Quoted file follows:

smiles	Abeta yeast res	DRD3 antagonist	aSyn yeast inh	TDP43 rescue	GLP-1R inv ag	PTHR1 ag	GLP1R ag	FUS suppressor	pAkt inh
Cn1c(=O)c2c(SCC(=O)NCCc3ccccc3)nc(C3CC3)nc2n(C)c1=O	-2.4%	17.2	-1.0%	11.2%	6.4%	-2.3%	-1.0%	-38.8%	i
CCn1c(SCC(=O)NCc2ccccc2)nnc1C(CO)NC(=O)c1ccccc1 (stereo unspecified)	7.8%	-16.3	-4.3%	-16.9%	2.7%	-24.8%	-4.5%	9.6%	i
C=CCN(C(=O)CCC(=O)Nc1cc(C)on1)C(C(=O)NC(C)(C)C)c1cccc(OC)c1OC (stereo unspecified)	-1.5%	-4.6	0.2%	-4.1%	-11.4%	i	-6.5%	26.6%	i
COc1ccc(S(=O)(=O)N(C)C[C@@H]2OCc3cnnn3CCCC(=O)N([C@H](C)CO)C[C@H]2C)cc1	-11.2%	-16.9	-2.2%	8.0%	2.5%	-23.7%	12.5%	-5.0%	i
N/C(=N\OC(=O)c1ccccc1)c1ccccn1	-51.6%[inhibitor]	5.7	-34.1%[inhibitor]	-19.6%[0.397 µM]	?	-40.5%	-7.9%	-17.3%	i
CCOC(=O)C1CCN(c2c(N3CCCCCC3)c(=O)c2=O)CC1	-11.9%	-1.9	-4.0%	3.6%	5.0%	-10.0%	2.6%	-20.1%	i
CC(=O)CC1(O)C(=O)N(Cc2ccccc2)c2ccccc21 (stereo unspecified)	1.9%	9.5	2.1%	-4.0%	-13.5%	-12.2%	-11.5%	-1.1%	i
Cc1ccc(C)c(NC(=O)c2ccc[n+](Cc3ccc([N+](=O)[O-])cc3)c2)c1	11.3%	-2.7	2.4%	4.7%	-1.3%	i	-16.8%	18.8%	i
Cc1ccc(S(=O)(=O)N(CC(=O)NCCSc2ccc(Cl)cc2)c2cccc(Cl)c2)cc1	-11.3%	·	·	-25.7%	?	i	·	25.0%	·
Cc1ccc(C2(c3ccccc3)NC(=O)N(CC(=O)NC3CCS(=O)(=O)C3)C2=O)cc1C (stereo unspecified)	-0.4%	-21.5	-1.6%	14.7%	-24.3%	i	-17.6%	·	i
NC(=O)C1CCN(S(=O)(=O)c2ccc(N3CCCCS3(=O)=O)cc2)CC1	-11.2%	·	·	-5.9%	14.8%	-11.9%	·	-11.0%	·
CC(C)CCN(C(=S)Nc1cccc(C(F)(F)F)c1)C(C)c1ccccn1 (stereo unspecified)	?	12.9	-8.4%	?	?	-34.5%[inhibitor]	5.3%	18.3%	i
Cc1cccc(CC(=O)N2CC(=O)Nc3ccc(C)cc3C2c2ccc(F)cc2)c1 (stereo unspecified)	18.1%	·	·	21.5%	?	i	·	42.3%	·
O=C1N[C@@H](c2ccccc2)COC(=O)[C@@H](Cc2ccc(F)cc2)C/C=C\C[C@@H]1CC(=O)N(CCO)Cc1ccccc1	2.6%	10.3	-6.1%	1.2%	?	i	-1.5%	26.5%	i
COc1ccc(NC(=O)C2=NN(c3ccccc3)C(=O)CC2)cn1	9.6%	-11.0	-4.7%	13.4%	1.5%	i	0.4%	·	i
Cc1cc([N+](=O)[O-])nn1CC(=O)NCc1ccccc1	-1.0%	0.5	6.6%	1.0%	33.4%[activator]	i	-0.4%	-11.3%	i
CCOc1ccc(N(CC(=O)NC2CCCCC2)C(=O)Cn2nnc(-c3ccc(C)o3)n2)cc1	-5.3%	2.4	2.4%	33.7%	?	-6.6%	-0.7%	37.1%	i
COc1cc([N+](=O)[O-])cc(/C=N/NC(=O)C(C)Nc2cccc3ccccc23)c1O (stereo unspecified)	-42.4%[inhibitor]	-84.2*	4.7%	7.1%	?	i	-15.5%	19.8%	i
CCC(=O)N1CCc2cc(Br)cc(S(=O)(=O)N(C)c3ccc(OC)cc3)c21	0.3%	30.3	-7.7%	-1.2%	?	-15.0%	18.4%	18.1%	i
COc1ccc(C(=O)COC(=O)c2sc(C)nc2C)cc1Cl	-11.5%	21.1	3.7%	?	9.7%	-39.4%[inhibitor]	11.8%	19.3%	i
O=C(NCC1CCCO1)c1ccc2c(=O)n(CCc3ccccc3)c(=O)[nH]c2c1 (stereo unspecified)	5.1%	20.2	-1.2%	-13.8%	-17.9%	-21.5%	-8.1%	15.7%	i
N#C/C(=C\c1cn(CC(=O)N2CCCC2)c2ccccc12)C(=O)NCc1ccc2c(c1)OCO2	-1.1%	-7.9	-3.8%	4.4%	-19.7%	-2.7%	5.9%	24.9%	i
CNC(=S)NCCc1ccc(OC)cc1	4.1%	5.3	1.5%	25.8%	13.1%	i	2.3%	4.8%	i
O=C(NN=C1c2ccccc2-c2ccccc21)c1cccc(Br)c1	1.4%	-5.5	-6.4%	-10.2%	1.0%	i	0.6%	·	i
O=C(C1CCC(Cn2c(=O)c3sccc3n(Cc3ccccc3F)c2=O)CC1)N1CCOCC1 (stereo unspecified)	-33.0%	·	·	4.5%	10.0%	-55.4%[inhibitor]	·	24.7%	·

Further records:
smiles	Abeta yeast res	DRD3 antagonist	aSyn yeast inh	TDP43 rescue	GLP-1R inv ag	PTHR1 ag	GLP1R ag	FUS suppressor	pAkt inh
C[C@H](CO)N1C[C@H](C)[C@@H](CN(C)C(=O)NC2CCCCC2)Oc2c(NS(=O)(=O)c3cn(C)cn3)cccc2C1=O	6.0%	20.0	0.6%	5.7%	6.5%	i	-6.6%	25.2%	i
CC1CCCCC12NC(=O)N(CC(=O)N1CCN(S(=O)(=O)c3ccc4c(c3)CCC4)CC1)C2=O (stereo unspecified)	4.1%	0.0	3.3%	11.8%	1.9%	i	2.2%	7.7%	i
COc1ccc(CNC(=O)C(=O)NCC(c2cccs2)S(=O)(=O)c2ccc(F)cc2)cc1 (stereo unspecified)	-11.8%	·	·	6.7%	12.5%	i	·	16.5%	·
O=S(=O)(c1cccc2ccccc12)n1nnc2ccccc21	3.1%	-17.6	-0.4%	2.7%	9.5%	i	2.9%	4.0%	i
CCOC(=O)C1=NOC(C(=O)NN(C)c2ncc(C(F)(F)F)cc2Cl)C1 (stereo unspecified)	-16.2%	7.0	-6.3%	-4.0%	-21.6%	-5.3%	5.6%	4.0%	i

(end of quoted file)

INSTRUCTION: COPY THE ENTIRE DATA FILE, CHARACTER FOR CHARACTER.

smiles	Abeta yeast res	DRD3 antagonist	aSyn yeast inh	TDP43 rescue	GLP-1R inv ag	PTHR1 ag	GLP1R ag	FUS suppressor	pAkt inh
Cn1c(=O)c2c(SCC(=O)NCCc3ccccc3)nc(C3CC3)nc2n(C)c1=O	-2.4%	17.2	-1.0%	11.2%	6.4%	-2.3%	-1.0%	-38.8%	i
CCn1c(SCC(=O)NCc2ccccc2)nnc1C(CO)NC(=O)c1ccccc1 (stereo unspecified)	7.8%	-16.3	-4.3%	-16.9%	2.7%	-24.8%	-4.5%	9.6%	i
C=CCN(C(=O)CCC(=O)Nc1cc(C)on1)C(C(=O)NC(C)(C)C)c1cccc(OC)c1OC (stereo unspecified)	-1.5%	-4.6	0.2%	-4.1%	-11.4%	i	-6.5%	26.6%	i
COc1ccc(S(=O)(=O)N(C)C[C@@H]2OCc3cnnn3CCCC(=O)N([C@H](C)CO)C[C@H]2C)cc1	-11.2%	-16.9	-2.2%	8.0%	2.5%	-23.7%	12.5%	-5.0%	i
N/C(=N\OC(=O)c1ccccc1)c1ccccn1	-51.6%[inhibitor]	5.7	-34.1%[inhibitor]	-19.6%[0.397 µM]	?	-40.5%	-7.9%	-17.3%	i
CCOC(=O)C1CCN(c2c(N3CCCCCC3)c(=O)c2=O)CC1	-11.9%	-1.9	-4.0%	3.6%	5.0%	-10.0%	2.6%	-20.1%	i
CC(=O)CC1(O)C(=O)N(Cc2ccccc2)c2ccccc21 (stereo unspecified)	1.9%	9.5	2.1%	-4.0%	-13.5%	-12.2%	-11.5%	-1.1%	i
Cc1ccc(C)c(NC(=O)c2ccc[n+](Cc3ccc([N+](=O)[O-])cc3)c2)c1	11.3%	-2.7	2.4%	4.7%	-1.3%	i	-16.8%	18.8%	i
Cc1ccc(S(=O)(=O)N(CC(=O)NCCSc2ccc(Cl)cc2)c2cccc(Cl)c2)cc1	-11.3%	·	·	-25.7%	?	i	·	25.0%	·
Cc1ccc(C2(c3ccccc3)NC(=O)N(CC(=O)NC3CCS(=O)(=O)C3)C2=O)cc1C (stereo unspecified)	-0.4%	-21.5	-1.6%	14.7%	-24.3%	i	-17.6%	·	i
NC(=O)C1CCN(S(=O)(=O)c2ccc(N3CCCCS3(=O)=O)cc2)CC1	-11.2%	·	·	-5.9%	14.8%	-11.9%	·	-11.0%	·
CC(C)CCN(C(=S)Nc1cccc(C(F)(F)F)c1)C(C)c1ccccn1 (stereo unspecified)	?	12.9	-8.4%	?	?	-34.5%[inhibitor]	5.3%	18.3%	i
Cc1cccc(CC(=O)N2CC(=O)Nc3ccc(C)cc3C2c2ccc(F)cc2)c1 (stereo unspecified)	18.1%	·	·	21.5%	?	i	·	42.3%	·
O=C1N[C@@H](c2ccccc2)COC(=O)[C@@H](Cc2ccc(F)cc2)C/C=C\C[C@@H]1CC(=O)N(CCO)Cc1ccccc1	2.6%	10.3	-6.1%	1.2%	?	i	-1.5%	26.5%	i
COc1ccc(NC(=O)C2=NN(c3ccccc3)C(=O)CC2)cn1	9.6%	-11.0	-4.7%	13.4%	1.5%	i	0.4%	·	i
Cc1cc([N+](=O)[O-])nn1CC(=O)NCc1ccccc1	-1.0%	0.5	6.6%	1.0%	33.4%[activator]	i	-0.4%	-11.3%	i
CCOc1ccc(N(CC(=O)NC2CCCCC2)C(=O)Cn2nnc(-c3ccc(C)o3)n2)cc1	-5.3%	2.4	2.4%	33.7%	?	-6.6%	-0.7%	37.1%	i
COc1cc([N+](=O)[O-])cc(/C=N/NC(=O)C(C)Nc2cccc3ccccc23)c1O (stereo unspecified)	-42.4%[inhibitor]	-84.2*	4.7%	7.1%	?	i	-15.5%	19.8%	i
CCC(=O)N1CCc2cc(Br)cc(S(=O)(=O)N(C)c3ccc(OC)cc3)c21	0.3%	30.3	-7.7%	-1.2%	?	-15.0%	18.4%	18.1%	i
COc1ccc(C(=O)COC(=O)c2sc(C)nc2C)cc1Cl	-11.5%	21.1	3.7%	?	9.7%	-39.4%[inhibitor]	11.8%	19.3%	i
O=C(NCC1CCCO1)c1ccc2c(=O)n(CCc3ccccc3)c(=O)[nH]c2c1 (stereo unspecified)	5.1%	20.2	-1.2%	-13.8%	-17.9%	-21.5%	-8.1%	15.7%	i
N#C/C(=C\c1cn(CC(=O)N2CCCC2)c2ccccc12)C(=O)NCc1ccc2c(c1)OCO2	-1.1%	-7.9	-3.8%	4.4%	-19.7%	-2.7%	5.9%	24.9%	i
CNC(=S)NCCc1ccc(OC)cc1	4.1%	5.3	1.5%	25.8%	13.1%	i	2.3%	4.8%	i
O=C(NN=C1c2ccccc2-c2ccccc21)c1cccc(Br)c1	1.4%	-5.5	-6.4%	-10.2%	1.0%	i	0.6%	·	i
O=C(C1CCC(Cn2c(=O)c3sccc3n(Cc3ccccc3F)c2=O)CC1)N1CCOCC1 (stereo unspecified)	-33.0%	·	·	4.5%	10.0%	-55.4%[inhibitor]	·	24.7%	·

Further records:
smiles	Abeta yeast res	DRD3 antagonist	aSyn yeast inh	TDP43 rescue	GLP-1R inv ag	PTHR1 ag	GLP1R ag	FUS suppressor	pAkt inh
C[C@H](CO)N1C[C@H](C)[C@@H](CN(C)C(=O)NC2CCCCC2)Oc2c(NS(=O)(=O)c3cn(C)cn3)cccc2C1=O	6.0%	20.0	0.6%	5.7%	6.5%	i	-6.6%	25.2%	i
CC1CCCCC12NC(=O)N(CC(=O)N1CCN(S(=O)(=O)c3ccc4c(c3)CCC4)CC1)C2=O (stereo unspecified)	4.1%	0.0	3.3%	11.8%	1.9%	i	2.2%	7.7%	i
COc1ccc(CNC(=O)C(=O)NCC(c2cccs2)S(=O)(=O)c2ccc(F)cc2)cc1 (stereo unspecified)	-11.8%	·	·	6.7%	12.5%	i	·	16.5%	·
O=S(=O)(c1cccc2ccccc12)n1nnc2ccccc21	3.1%	-17.6	-0.4%	2.7%	9.5%	i	2.9%	4.0%	i
CCOC(=O)C1=NOC(C(=O)NN(C)c2ncc(C(F)(F)F)cc2Cl)C1 (stereo unspecified)	-16.2%	7.0	-6.3%	-4.0%	-21.6%	-5.3%	5.6%	4.0%	i